Good news, everyone! Today, I am happy to present here the top 7 digital marketing trends we have learnt so far in 2016.

1. Focused Planning

Marketers want to reign in the everything/everywhere approach, and plan to be more connected to customers by focusing on one channel at a time. This means research, planning and competitive analysis.

2. PPC is Changing

For 60% of marketers, PPC ads were more effective in 2015 than in 2014. Still, though, we found there’s always room for optimization. In most cases, 80% of the PPC budget gives a ROAS lower than 1. And with Google eliminating AdWords right rail real estate, PPC is about to become more difficult and more competitive.

3. SEO is Becoming Harder

Google is rewarding mobile-friendly sites. Traditional SEO efforts are no longer enough. Having a responsive site and blended PPC strategy is absolutely essential to earning a high ranking, especially with the expected increases in competition.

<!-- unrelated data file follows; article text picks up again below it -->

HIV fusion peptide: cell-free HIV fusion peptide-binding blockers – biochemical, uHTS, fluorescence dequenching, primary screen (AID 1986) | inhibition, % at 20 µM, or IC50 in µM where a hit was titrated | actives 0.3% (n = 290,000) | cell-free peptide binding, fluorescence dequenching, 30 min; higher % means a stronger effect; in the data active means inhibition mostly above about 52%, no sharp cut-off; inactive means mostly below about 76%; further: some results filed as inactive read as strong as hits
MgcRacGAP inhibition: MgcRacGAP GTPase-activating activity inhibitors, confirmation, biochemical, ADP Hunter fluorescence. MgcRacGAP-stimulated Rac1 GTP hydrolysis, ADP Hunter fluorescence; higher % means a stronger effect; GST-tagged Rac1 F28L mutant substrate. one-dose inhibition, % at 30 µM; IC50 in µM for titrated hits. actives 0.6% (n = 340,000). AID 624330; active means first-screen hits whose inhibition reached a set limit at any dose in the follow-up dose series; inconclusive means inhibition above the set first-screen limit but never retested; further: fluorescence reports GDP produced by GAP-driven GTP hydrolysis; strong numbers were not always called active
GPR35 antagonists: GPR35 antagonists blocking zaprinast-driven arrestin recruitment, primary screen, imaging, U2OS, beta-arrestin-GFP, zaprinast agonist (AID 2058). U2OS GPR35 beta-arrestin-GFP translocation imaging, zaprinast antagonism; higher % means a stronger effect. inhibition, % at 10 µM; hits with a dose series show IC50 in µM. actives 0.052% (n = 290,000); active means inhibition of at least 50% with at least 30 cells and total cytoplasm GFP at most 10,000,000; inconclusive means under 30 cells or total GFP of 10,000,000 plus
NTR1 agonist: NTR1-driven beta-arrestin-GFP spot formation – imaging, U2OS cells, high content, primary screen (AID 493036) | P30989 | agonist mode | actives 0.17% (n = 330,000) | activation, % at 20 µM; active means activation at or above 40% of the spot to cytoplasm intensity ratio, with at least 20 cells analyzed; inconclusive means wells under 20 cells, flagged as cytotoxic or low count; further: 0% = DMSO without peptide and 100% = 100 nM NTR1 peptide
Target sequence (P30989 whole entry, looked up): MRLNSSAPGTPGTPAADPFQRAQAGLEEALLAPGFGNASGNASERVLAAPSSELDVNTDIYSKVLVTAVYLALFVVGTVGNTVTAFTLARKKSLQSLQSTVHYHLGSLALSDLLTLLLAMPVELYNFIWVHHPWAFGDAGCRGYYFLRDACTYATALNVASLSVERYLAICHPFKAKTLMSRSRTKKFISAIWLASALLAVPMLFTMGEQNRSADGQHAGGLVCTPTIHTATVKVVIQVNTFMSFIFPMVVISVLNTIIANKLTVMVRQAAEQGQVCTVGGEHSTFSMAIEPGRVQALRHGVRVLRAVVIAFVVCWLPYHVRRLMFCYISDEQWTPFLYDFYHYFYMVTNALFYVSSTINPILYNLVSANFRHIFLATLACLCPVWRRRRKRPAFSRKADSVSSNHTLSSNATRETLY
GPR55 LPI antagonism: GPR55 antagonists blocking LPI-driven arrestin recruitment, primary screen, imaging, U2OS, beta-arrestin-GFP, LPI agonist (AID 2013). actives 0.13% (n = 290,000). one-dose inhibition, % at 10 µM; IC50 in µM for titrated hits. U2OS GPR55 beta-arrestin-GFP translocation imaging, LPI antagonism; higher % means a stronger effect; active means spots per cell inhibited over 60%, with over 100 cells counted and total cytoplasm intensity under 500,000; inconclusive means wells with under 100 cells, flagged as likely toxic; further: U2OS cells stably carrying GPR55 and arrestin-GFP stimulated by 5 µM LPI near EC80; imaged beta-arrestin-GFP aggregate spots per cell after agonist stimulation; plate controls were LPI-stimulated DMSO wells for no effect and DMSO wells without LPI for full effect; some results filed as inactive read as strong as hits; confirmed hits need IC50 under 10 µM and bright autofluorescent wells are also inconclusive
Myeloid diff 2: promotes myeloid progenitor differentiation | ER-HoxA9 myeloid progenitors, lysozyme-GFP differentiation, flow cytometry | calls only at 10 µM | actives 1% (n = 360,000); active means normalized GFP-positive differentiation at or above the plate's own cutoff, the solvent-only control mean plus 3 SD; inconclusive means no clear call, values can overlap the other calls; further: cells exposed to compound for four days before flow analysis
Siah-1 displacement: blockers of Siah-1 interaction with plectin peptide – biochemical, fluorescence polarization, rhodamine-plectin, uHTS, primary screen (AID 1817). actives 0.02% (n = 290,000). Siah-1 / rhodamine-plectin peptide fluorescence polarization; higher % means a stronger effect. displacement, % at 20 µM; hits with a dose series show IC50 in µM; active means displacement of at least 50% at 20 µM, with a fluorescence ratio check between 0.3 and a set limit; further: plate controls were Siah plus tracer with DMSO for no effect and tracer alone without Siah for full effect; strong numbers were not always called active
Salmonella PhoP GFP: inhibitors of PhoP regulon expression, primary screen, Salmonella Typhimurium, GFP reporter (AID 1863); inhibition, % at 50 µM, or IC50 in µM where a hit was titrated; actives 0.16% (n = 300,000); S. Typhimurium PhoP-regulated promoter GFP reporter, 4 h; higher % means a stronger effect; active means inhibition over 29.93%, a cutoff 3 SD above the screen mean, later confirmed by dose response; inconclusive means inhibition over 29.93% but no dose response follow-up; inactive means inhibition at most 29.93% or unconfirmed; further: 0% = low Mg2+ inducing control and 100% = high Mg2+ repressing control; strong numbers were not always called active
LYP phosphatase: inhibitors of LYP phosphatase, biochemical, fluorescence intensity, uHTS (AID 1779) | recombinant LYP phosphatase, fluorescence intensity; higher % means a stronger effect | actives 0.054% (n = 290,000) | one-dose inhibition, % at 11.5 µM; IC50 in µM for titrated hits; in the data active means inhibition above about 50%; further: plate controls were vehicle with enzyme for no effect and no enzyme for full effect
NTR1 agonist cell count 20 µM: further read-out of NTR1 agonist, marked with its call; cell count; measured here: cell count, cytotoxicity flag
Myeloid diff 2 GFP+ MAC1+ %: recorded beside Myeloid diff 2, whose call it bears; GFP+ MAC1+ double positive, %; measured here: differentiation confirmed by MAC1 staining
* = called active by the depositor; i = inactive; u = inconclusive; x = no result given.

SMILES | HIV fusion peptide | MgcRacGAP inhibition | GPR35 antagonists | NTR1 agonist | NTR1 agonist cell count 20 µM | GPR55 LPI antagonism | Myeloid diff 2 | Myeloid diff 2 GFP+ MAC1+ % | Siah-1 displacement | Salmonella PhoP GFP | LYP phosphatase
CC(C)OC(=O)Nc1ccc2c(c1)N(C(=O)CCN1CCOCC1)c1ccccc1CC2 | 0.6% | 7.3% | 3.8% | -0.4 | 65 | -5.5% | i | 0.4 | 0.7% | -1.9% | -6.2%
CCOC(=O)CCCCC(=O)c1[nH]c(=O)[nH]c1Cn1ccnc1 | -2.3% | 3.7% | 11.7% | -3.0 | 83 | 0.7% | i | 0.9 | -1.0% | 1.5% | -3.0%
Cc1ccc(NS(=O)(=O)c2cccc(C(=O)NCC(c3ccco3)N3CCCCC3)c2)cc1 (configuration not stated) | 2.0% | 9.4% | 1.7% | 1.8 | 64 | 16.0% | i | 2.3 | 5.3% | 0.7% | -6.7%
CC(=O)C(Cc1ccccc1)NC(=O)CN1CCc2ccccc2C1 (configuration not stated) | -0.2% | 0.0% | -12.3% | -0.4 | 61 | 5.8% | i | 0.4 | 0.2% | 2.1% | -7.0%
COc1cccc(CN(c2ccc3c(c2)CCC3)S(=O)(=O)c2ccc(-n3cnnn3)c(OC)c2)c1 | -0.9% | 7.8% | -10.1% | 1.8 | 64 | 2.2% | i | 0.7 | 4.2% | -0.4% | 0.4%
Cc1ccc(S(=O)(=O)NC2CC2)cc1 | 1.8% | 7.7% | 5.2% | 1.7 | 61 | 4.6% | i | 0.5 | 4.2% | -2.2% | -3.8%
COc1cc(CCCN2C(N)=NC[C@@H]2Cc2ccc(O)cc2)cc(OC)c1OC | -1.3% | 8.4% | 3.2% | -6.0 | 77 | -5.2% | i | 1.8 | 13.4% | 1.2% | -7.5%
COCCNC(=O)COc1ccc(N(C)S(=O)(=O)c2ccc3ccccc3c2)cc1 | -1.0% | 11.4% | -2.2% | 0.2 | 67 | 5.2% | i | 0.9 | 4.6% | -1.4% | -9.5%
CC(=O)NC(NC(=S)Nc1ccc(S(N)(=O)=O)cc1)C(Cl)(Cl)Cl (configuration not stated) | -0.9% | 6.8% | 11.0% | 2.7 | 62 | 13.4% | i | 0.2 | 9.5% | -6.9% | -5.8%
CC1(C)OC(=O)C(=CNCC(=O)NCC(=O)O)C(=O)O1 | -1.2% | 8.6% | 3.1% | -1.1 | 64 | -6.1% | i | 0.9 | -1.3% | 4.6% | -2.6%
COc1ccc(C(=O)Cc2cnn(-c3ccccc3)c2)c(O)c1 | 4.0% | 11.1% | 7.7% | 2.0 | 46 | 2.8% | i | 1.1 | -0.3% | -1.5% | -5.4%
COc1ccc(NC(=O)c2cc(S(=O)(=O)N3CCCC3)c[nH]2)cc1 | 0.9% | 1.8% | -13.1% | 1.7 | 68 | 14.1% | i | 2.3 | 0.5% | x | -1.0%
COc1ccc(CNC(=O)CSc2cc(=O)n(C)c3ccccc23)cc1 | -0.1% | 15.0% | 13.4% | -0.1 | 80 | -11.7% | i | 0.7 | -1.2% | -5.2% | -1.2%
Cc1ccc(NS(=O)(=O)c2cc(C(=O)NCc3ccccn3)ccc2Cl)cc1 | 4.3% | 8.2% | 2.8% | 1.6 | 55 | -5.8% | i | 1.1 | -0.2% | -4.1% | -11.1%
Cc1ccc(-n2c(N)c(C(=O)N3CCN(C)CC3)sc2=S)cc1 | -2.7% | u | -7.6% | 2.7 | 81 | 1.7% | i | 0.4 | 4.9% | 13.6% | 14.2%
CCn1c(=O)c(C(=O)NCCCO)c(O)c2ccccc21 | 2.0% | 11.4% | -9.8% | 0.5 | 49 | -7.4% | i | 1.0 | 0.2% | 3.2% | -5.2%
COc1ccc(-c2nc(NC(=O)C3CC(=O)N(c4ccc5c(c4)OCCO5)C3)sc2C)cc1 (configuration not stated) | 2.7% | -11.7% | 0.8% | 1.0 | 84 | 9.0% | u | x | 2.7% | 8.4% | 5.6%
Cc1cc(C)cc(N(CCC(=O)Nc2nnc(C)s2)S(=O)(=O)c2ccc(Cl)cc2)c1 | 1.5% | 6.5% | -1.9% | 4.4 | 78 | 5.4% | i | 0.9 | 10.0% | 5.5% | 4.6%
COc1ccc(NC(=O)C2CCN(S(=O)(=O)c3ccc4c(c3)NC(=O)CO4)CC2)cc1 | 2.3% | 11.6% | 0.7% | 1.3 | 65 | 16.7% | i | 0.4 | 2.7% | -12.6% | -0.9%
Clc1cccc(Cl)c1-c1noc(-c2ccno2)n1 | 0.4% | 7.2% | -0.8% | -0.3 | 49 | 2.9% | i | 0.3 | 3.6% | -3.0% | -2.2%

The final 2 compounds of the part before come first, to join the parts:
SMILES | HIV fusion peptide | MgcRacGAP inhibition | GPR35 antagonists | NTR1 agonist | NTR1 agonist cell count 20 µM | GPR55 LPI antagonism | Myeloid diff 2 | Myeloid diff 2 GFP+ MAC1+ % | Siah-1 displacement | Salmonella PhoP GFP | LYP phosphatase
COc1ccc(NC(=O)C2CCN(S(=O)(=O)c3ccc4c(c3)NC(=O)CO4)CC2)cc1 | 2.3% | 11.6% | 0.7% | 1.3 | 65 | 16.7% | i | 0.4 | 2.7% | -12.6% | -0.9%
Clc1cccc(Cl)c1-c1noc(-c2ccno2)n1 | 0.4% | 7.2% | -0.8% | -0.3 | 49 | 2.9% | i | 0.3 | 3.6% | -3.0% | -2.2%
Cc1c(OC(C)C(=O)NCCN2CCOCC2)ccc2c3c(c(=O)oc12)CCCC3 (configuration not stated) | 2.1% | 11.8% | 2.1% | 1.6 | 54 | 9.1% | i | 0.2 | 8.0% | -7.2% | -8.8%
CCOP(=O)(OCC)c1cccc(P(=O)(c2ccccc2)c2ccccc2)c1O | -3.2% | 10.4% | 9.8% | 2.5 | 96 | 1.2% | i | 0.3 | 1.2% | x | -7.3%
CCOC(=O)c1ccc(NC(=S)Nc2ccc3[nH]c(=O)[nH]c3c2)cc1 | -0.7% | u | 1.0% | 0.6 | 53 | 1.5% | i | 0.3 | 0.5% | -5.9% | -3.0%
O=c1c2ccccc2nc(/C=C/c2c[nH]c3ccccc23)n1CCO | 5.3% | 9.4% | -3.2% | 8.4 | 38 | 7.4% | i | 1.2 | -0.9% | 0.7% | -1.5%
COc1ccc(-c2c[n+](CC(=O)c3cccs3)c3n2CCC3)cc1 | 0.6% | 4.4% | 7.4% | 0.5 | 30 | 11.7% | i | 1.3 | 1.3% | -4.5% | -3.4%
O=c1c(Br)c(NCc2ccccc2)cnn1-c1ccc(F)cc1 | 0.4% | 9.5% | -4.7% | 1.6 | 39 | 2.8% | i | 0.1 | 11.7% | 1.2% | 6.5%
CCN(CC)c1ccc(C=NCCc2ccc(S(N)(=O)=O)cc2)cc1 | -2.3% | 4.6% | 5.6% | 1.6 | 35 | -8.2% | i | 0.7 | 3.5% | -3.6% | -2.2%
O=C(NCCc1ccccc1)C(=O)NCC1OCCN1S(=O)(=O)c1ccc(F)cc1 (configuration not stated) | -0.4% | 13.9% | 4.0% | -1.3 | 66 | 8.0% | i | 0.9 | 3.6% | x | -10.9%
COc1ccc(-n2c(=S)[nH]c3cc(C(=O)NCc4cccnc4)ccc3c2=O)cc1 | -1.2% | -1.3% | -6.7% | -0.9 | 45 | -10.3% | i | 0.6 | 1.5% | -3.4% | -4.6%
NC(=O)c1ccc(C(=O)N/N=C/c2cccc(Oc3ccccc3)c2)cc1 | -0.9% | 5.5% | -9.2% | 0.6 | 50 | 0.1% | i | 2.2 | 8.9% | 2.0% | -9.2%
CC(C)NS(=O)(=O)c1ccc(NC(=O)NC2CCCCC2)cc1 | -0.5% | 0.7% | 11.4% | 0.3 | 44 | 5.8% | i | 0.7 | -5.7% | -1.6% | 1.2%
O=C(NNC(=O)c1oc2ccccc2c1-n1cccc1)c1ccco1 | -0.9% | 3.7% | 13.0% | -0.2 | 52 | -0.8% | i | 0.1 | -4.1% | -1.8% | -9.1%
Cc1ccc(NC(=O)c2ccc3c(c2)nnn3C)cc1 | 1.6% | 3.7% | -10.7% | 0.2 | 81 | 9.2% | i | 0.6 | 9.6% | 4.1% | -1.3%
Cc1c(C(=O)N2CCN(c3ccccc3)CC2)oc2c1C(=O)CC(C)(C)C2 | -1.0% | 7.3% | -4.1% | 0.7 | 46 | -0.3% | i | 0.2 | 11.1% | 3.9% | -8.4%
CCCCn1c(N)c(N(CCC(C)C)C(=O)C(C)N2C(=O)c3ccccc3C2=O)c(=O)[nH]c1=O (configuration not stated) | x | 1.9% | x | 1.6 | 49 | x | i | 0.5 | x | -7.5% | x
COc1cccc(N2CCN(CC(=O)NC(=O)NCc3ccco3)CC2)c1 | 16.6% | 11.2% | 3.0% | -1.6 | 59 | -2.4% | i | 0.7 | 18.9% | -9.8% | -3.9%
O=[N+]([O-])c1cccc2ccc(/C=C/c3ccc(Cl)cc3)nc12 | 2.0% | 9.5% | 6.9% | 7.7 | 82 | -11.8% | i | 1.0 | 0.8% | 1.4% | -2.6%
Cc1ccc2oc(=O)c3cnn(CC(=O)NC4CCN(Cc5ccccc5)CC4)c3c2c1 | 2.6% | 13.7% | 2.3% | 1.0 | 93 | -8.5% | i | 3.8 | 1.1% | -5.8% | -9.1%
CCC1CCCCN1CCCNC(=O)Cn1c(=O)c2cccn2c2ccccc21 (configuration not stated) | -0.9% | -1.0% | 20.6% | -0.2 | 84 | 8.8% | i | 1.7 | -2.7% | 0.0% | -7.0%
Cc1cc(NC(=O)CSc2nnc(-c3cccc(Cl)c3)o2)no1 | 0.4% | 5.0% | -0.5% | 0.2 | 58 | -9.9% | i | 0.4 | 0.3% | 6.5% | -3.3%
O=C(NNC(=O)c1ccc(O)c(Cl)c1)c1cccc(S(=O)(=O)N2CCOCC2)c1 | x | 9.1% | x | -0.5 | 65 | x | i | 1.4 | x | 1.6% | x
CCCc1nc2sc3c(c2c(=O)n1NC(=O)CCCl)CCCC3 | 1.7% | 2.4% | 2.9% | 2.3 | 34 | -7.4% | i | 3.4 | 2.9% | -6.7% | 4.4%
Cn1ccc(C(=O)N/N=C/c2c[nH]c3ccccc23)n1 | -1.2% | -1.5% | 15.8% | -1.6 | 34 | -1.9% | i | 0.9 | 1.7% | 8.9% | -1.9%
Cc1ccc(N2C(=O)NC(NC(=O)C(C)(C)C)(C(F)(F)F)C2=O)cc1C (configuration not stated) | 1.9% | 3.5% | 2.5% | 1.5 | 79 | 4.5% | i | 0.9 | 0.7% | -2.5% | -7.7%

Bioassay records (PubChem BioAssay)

4. Marketing Budgets will be shifted towards Creative Approaches

The use of traditional advertising channels such as PPC and social media marketing will continue to rise. But companies will also start exploring new venues. It’s all about testing, and you’ll see companies doing more and more of this.

5. Social Media Marketing is becoming Critical

For every 100,000 followers on Facebook, only 130 people will click on an organic post. What does that mean? Well for one thing, you need to start thinking about emerging opportunities in social media, with Instagram and Pinterest opening up their ad networks. It’s all about being creative and staying relevant.